Due to the negative/ground terminal possessing so many electrons, and the live terminal having virtually none, the terminal with the most electrons will get the hottest, as there is more electron friction in it. The live terminal doesn't get very hot, because any electrons to make their way into it are quickly "sucked" away, thus the live terminal still lacks electrons, and this lack in electrons results in very little friction.

Seemingly, everybody thinks the current flows from the live wire, when it is actually in reverse. It somewhat bothers me why schematics aren't designed in reverse as well. Due to this, I once drew a Tesla coil schematic in reverse.
Cormaxzyz4 months ago
What is the amp hour rating on the batteries you use to power this? Also do the batteries have to match (that is, same manufacturer and same ratings)? I'm asking because I've already burnt out a 5 amp hour battery with a few high-current experiments and I don't want to burn out any more!
Techno12138 months ago
Hello! I recently took apart a microwave and i didnt get a transformer, i got this. It came with no capacitor. How do i power it?
13, 1:55 PM.jpg13, 1:55 PM.jpg13, 1:55 PM.jpg13, 1:55 PM.jpg
This Is a flyback MOT. you can use the zvs on this kind
There is a transformer on there, it's the thing with the curved black piece going over the coil. You have to take it out.

This driver will not work for your transformer, it's not a flyback and isn't designed for high frequencies.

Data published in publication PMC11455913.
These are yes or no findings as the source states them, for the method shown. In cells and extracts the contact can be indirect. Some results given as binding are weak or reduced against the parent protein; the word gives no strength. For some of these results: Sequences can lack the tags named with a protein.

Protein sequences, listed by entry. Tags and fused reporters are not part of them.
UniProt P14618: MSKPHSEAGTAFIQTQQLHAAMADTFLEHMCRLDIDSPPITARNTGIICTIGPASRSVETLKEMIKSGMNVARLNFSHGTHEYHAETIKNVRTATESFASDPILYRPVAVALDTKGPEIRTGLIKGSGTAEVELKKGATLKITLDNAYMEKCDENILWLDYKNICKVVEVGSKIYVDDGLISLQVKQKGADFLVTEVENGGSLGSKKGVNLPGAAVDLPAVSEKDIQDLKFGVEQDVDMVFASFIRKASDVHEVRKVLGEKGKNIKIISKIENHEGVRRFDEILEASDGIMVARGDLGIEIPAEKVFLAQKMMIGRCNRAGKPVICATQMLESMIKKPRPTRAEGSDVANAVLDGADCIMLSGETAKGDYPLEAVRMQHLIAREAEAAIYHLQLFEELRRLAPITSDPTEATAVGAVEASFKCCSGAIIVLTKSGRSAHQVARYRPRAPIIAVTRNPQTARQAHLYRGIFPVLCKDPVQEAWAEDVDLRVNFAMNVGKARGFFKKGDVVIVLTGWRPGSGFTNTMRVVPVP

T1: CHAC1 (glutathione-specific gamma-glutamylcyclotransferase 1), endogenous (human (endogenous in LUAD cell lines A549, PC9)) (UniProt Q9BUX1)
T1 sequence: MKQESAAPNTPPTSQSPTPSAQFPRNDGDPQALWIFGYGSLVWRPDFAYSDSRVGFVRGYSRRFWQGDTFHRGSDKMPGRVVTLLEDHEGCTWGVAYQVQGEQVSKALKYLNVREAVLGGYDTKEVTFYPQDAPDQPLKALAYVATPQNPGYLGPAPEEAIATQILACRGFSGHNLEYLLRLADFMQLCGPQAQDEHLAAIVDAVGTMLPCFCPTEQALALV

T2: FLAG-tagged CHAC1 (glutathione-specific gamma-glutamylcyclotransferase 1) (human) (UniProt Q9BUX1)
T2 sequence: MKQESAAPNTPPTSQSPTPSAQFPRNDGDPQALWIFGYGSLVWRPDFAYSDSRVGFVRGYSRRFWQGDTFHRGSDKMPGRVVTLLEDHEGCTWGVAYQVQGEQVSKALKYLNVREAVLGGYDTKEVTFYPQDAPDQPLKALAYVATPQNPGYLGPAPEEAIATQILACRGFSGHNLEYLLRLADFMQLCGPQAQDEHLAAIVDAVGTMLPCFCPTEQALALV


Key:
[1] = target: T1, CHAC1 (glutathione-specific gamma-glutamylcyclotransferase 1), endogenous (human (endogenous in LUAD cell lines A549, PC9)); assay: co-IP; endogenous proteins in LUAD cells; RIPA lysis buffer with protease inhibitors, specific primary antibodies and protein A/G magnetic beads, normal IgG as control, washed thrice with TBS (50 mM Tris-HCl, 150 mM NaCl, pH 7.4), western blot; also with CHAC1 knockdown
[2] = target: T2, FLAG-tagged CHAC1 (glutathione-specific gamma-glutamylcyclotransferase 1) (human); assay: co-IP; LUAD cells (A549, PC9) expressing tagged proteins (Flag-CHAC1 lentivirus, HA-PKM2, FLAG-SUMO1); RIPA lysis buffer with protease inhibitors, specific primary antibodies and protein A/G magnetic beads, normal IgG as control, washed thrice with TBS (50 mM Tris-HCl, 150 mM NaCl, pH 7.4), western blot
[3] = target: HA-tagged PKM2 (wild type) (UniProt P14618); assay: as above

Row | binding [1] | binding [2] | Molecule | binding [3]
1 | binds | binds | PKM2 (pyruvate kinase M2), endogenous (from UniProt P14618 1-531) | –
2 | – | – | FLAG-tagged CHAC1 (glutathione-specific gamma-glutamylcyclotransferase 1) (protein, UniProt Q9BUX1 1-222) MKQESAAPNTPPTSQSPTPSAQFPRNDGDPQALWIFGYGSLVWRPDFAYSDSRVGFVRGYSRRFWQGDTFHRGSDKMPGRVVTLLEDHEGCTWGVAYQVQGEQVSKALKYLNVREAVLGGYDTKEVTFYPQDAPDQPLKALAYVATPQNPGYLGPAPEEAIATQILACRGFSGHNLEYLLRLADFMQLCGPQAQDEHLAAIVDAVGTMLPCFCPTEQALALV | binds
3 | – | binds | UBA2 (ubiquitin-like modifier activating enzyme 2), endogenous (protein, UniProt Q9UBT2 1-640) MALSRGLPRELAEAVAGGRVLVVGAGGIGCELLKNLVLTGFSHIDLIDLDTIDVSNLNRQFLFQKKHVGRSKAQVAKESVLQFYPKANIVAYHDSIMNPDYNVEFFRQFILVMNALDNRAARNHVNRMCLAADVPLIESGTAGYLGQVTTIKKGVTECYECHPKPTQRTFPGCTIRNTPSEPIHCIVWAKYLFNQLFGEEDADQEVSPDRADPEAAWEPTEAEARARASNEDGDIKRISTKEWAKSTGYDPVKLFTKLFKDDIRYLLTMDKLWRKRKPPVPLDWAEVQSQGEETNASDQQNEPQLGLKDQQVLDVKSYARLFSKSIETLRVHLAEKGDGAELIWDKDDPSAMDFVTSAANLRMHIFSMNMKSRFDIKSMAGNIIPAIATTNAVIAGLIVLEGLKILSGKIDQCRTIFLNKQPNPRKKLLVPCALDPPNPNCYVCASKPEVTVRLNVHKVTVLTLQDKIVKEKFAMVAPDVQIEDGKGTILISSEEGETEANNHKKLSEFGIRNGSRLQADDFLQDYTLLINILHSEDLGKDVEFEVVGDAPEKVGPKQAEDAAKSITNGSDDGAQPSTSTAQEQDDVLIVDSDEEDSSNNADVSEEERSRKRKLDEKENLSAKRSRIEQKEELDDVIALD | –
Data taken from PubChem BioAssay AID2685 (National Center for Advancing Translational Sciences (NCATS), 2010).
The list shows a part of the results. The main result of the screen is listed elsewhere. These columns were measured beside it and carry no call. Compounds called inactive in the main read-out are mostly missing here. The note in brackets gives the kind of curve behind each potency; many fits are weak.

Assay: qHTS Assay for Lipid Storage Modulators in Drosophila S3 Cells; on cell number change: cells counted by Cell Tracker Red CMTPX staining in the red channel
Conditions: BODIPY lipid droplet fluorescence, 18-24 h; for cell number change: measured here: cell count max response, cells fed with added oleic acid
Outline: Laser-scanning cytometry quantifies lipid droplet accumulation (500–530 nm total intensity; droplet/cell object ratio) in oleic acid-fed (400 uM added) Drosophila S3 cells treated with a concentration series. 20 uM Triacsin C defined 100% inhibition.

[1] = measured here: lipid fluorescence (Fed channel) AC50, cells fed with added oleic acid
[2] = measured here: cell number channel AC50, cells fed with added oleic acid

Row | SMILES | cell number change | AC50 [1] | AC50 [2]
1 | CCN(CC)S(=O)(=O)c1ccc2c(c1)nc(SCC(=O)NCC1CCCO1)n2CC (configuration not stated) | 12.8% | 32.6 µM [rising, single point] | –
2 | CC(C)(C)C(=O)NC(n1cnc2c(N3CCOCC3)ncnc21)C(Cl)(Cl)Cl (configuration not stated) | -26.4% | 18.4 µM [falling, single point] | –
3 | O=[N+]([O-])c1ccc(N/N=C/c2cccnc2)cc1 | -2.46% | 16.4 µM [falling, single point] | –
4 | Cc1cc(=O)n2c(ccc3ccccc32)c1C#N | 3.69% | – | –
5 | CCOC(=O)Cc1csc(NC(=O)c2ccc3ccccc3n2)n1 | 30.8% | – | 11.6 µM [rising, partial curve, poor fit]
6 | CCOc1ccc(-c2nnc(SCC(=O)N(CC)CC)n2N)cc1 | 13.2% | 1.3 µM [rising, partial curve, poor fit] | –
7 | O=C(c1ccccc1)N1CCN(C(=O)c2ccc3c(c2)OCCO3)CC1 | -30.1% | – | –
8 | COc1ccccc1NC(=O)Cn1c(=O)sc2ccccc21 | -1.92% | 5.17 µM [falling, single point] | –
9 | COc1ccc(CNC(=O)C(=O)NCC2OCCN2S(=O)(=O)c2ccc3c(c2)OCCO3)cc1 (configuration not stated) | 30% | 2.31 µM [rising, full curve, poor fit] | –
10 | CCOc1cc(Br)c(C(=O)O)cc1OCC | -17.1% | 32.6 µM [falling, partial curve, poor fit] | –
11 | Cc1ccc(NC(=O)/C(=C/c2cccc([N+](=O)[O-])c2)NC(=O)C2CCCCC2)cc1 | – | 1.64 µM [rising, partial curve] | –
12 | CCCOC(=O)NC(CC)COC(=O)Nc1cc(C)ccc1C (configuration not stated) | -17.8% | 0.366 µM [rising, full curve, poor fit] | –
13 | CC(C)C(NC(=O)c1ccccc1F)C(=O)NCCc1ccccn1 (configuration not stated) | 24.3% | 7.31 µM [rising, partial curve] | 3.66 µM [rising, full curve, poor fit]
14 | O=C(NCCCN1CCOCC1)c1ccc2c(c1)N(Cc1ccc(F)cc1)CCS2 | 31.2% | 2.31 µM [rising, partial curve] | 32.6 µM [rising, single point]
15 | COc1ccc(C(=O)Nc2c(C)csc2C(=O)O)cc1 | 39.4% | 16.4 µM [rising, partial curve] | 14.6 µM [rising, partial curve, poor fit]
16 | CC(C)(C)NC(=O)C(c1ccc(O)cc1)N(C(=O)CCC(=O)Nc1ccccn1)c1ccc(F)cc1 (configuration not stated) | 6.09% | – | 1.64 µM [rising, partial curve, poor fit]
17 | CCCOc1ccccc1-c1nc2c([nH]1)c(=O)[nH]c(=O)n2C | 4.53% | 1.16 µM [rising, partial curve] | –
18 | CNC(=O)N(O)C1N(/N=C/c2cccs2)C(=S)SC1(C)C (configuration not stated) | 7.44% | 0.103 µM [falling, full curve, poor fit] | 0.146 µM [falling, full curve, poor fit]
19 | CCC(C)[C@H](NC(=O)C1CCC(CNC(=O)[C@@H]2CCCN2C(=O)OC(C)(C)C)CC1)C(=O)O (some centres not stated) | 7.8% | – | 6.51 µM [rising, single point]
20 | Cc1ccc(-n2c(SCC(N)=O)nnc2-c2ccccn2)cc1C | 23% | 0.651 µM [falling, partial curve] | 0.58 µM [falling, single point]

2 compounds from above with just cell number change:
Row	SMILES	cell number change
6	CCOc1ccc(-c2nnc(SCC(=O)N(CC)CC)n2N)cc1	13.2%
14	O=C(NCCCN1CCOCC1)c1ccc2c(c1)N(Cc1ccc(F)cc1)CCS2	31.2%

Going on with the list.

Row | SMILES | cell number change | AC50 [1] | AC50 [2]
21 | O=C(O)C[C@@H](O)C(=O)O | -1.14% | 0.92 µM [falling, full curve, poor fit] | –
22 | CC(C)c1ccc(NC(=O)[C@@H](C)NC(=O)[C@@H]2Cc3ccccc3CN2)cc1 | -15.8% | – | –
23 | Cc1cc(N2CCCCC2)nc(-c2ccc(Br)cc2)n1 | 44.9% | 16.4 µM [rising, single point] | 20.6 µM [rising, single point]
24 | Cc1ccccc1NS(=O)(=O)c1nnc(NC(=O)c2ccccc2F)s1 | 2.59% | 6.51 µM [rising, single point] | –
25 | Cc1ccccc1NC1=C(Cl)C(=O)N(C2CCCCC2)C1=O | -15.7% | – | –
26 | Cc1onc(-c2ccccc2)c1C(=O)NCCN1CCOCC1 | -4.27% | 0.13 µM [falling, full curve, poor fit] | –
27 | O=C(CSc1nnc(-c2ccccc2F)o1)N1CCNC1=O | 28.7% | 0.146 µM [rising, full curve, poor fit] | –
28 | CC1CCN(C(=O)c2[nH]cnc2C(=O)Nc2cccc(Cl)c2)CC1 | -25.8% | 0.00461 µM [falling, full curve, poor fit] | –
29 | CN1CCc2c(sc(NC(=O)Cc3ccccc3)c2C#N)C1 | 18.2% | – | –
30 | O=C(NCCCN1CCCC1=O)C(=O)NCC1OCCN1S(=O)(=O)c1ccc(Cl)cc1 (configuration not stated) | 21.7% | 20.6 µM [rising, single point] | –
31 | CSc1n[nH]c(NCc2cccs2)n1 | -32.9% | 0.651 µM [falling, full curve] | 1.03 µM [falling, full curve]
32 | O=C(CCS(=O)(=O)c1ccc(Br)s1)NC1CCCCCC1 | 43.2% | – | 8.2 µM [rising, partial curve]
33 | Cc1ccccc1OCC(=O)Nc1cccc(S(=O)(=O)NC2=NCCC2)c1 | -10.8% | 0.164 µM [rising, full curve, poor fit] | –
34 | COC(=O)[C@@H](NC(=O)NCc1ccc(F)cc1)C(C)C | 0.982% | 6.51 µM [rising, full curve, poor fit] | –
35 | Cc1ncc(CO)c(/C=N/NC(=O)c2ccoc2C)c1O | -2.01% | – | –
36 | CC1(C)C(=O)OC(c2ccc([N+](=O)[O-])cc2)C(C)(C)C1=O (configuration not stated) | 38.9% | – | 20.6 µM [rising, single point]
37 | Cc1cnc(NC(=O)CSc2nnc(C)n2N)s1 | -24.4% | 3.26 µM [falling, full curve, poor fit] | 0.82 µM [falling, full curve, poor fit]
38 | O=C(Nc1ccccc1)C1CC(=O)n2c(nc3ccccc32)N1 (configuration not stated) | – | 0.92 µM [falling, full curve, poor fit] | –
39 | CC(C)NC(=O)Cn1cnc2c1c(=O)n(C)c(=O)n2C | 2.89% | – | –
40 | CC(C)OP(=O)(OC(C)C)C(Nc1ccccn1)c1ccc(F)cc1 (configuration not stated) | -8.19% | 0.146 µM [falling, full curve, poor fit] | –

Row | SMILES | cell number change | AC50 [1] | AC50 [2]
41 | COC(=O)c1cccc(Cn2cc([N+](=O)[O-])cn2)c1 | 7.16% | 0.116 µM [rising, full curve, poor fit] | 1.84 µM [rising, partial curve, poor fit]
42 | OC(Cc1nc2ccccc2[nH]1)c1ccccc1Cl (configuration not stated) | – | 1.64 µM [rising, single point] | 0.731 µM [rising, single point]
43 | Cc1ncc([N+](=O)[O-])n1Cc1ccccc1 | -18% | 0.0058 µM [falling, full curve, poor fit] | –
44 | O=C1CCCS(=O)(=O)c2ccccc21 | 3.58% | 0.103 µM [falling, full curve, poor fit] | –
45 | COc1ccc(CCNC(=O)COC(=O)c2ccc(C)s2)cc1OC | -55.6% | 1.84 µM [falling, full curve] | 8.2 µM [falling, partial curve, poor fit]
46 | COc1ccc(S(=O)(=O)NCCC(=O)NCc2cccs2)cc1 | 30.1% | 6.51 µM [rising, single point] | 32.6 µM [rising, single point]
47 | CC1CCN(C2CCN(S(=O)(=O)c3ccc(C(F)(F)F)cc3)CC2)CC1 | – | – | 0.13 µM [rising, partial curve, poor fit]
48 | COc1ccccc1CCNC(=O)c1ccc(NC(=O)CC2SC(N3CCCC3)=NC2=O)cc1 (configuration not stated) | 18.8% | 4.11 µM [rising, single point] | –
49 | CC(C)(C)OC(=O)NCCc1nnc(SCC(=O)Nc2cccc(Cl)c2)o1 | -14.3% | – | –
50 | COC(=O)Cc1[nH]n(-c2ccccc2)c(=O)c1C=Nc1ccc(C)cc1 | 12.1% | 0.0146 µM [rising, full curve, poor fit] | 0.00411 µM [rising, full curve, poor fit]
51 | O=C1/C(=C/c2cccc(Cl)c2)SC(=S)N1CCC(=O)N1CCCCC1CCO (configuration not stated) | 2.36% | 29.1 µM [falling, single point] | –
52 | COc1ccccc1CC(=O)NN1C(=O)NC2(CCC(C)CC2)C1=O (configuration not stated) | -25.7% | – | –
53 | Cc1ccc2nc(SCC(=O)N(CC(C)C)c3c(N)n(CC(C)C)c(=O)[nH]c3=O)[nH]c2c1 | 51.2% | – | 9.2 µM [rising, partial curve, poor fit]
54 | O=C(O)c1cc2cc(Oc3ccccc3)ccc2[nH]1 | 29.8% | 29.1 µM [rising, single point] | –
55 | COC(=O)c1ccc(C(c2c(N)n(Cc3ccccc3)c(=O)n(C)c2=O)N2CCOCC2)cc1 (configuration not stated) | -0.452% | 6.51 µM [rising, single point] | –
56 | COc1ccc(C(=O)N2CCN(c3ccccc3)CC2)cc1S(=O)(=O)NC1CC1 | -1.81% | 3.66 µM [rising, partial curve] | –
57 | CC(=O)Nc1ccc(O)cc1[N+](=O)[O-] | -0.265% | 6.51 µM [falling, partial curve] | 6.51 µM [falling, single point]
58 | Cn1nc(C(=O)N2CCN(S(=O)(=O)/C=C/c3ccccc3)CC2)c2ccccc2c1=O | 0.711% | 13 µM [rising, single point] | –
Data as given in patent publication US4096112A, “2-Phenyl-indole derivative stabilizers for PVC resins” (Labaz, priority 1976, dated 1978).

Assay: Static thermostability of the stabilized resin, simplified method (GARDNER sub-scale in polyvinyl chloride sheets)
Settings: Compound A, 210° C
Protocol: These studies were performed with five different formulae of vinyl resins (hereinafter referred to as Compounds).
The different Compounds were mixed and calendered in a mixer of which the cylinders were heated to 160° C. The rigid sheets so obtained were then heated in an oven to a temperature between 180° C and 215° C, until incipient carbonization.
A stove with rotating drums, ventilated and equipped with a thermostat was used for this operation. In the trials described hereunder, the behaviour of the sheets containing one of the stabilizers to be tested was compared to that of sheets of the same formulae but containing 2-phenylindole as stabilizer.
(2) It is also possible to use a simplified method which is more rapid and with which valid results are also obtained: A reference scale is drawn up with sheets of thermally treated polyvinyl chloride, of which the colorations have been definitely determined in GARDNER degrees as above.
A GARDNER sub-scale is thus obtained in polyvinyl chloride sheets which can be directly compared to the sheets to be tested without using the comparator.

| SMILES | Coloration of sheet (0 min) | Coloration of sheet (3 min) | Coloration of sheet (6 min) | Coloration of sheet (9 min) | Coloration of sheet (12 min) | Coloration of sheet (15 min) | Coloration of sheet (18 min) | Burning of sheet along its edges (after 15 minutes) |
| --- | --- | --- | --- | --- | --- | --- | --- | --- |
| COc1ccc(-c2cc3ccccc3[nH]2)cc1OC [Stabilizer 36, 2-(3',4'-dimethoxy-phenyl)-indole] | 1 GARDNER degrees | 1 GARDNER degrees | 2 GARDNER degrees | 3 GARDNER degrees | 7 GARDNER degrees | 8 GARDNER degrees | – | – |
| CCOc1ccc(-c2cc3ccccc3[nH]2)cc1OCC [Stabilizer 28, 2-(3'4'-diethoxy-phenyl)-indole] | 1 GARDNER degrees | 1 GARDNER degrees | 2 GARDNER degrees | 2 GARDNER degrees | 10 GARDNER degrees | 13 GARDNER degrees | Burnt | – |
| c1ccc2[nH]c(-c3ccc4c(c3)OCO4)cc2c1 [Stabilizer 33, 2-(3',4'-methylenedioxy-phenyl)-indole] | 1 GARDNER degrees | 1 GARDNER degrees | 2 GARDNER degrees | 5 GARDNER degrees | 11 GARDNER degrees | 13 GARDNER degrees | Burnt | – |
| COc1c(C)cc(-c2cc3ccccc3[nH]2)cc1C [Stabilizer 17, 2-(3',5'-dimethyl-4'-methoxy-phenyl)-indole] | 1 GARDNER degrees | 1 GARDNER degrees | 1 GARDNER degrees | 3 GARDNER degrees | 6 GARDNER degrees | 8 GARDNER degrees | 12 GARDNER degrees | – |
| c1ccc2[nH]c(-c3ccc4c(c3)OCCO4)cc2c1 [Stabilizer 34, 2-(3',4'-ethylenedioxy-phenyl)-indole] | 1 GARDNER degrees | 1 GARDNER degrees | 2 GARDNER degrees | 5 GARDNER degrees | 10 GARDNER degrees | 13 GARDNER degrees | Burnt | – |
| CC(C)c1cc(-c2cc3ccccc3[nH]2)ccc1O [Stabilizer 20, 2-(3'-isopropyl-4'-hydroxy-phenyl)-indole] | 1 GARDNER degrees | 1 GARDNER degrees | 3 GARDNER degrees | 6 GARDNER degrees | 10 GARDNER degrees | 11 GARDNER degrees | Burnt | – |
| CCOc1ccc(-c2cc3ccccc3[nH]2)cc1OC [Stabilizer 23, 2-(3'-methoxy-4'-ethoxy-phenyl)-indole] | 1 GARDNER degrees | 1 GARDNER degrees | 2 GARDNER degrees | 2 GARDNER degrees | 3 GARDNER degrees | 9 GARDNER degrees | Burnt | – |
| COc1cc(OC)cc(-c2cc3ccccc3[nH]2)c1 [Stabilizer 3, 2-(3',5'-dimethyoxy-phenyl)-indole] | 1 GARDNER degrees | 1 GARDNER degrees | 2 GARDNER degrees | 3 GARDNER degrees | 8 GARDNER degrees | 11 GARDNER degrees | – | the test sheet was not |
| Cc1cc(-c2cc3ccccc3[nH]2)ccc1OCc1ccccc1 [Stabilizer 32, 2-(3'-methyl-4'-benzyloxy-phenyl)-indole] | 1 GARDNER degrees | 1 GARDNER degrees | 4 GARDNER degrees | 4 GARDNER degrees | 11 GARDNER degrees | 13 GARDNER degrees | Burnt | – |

There are plenty of MOT tutorials out there.
Liam.great989 months ago
(removed by author or community request)
Yes, it can be, i have a .56µF and a .22µF in parallel combining, .78 µF.
And it works fine.
jasshopper7 months ago
could i use irf460 instead of irf250?
astrikos1 year ago
this is a graph from the same circuit but now the 1microfarad MKP capacitor is replaced by a ceramic 10nanofarad trying to achieve higher frequencies

as you can see the half cycle is 1microsecond which means 500khz frequency

the problem now is that I do not get high voltage on the flyback

as far as I know the ferrite core goes up to 2MHz, may the problem be the capacitor which can not handle big currents so I will try a more powerfull capacitor

the diode may be another problem because it's not ultrafast

the FET is ok according to the datasheet for this frequency
XTL astrikos7 months ago
Its a resonant tank you are making with the coil inductance and capacitor. You are searching for the resonant frequency so just driving it faster doesn't mean it wil be more efficient. You need to balance the two out and drive it a frequency where the coil becomes resonant. Efficiency means the power will get through.
astrikos XTL7 months ago
I wanted to get high frequency and high voltage, not necessarily high power. I found out that this magnetic core works up to 160khz which is the frequency of the modern flybacks for big screens.
Mattef7 months ago
I think the reason why the negative terminal gets so hot, is that positive charged ions (Nitrogene+ and Oxygen+) are accelerated to it. The positive terminal gets bombed with electrons, but because they are less heavier, they don't generate much heat. Nitrogene and Oxygen are much heavier, so the "friction" (cross section) between the metal is even greater.
XTL7 months ago
The same driver can be used to heat any metal you put in the red wire loop (replacing the ferrite core flyback transformer). The cap value and number of turns (less) will need tuning to get the metal to heat up . The metal acts as a poor transformer core and resists the change in energy flow thereby disspating the wasted energy as heat. Generally a bad idea unless you want to heat metal up in an induction furnace.
XTL7 months ago
IRFP250 = 250V, 23Amps, RDS=140mOhm, Gatecharge(GC)=140nC
IRFP254 = 200V, 30Amps, RDS=85mOhm, GC=140nC
IRF540=100V, 33 Amps, RDS=44mOhm, GC=71nC